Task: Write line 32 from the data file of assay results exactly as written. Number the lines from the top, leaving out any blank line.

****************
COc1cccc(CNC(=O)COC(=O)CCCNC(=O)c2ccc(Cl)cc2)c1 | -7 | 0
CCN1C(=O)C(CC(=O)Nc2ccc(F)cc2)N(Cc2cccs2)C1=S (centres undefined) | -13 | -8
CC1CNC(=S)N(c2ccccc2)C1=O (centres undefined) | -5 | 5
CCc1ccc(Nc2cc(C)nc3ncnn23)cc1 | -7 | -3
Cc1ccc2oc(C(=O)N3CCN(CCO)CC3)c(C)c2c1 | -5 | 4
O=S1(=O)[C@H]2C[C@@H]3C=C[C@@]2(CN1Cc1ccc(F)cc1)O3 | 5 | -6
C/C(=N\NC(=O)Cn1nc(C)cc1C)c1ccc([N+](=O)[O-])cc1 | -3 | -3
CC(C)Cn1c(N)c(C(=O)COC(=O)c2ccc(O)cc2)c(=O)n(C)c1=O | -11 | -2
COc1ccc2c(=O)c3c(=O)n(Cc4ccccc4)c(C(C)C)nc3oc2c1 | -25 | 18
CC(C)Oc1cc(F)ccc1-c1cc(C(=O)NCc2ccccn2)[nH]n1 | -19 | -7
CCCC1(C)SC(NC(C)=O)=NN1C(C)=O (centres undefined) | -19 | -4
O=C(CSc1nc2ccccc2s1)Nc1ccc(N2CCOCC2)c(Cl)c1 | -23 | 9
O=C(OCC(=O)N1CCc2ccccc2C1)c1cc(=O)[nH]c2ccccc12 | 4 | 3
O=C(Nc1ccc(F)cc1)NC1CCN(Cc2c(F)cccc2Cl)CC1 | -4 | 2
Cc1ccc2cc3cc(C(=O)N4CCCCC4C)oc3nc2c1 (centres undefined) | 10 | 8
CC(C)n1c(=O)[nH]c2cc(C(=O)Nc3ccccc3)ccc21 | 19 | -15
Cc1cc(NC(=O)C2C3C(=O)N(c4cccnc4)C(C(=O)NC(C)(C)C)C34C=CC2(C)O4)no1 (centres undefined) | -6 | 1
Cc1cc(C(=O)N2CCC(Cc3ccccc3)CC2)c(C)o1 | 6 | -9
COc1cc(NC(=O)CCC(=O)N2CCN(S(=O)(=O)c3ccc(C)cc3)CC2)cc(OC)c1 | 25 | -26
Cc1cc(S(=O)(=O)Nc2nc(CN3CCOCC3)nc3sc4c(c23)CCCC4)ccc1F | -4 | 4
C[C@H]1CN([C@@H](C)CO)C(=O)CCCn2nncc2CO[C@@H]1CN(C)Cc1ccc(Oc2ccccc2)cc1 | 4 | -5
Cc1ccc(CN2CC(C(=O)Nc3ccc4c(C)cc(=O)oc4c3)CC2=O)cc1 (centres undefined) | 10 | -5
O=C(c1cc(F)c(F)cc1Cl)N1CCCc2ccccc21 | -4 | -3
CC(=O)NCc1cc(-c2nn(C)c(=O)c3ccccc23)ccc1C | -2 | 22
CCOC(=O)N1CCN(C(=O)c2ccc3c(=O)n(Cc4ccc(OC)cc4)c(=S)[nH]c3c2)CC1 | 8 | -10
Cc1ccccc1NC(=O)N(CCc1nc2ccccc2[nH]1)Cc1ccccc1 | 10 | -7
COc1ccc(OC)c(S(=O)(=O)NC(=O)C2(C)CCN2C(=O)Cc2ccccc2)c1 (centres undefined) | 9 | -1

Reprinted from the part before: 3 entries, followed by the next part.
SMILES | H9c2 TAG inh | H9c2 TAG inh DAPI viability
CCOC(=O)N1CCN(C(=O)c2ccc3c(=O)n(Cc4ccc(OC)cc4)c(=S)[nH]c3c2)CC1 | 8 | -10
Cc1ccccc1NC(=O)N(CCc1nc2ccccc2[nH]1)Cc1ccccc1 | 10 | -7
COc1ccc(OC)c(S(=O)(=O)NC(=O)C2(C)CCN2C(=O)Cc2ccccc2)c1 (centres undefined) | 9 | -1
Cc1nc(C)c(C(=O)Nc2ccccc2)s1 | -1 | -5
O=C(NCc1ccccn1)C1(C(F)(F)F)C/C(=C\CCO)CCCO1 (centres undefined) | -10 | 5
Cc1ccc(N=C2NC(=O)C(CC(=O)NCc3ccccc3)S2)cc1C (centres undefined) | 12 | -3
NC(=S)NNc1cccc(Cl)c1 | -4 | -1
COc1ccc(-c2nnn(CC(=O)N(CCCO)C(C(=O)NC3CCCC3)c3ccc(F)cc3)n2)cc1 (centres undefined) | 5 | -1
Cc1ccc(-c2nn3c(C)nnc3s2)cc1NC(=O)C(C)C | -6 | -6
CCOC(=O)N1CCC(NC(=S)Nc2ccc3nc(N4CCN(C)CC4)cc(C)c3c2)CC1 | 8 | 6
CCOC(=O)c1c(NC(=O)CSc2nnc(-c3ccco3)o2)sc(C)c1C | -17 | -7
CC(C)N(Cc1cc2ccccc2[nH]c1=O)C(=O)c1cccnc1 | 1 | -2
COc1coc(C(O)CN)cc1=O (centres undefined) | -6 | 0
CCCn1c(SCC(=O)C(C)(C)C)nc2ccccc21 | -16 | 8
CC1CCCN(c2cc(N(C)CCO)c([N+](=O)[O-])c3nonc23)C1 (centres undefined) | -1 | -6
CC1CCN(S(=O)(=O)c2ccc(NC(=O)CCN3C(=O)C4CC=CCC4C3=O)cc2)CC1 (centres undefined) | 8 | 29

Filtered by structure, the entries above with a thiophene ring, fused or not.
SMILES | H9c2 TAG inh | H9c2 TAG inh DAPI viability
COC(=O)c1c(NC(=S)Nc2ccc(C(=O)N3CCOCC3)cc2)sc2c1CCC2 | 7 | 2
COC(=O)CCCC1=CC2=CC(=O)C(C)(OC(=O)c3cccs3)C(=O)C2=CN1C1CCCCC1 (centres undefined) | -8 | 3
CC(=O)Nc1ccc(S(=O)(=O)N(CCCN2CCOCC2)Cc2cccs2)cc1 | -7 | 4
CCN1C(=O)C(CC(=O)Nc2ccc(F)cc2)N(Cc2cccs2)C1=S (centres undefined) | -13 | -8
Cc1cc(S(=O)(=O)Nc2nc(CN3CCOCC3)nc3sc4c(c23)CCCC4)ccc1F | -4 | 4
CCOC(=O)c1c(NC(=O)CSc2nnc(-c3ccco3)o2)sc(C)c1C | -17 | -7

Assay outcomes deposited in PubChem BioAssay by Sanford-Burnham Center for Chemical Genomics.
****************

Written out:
COc1ccc(OC)c(S(=O)(=O)NC(=O)C2(C)CCN2C(=O)Cc2ccccc2)c1 (centres undefined) | 9 | -1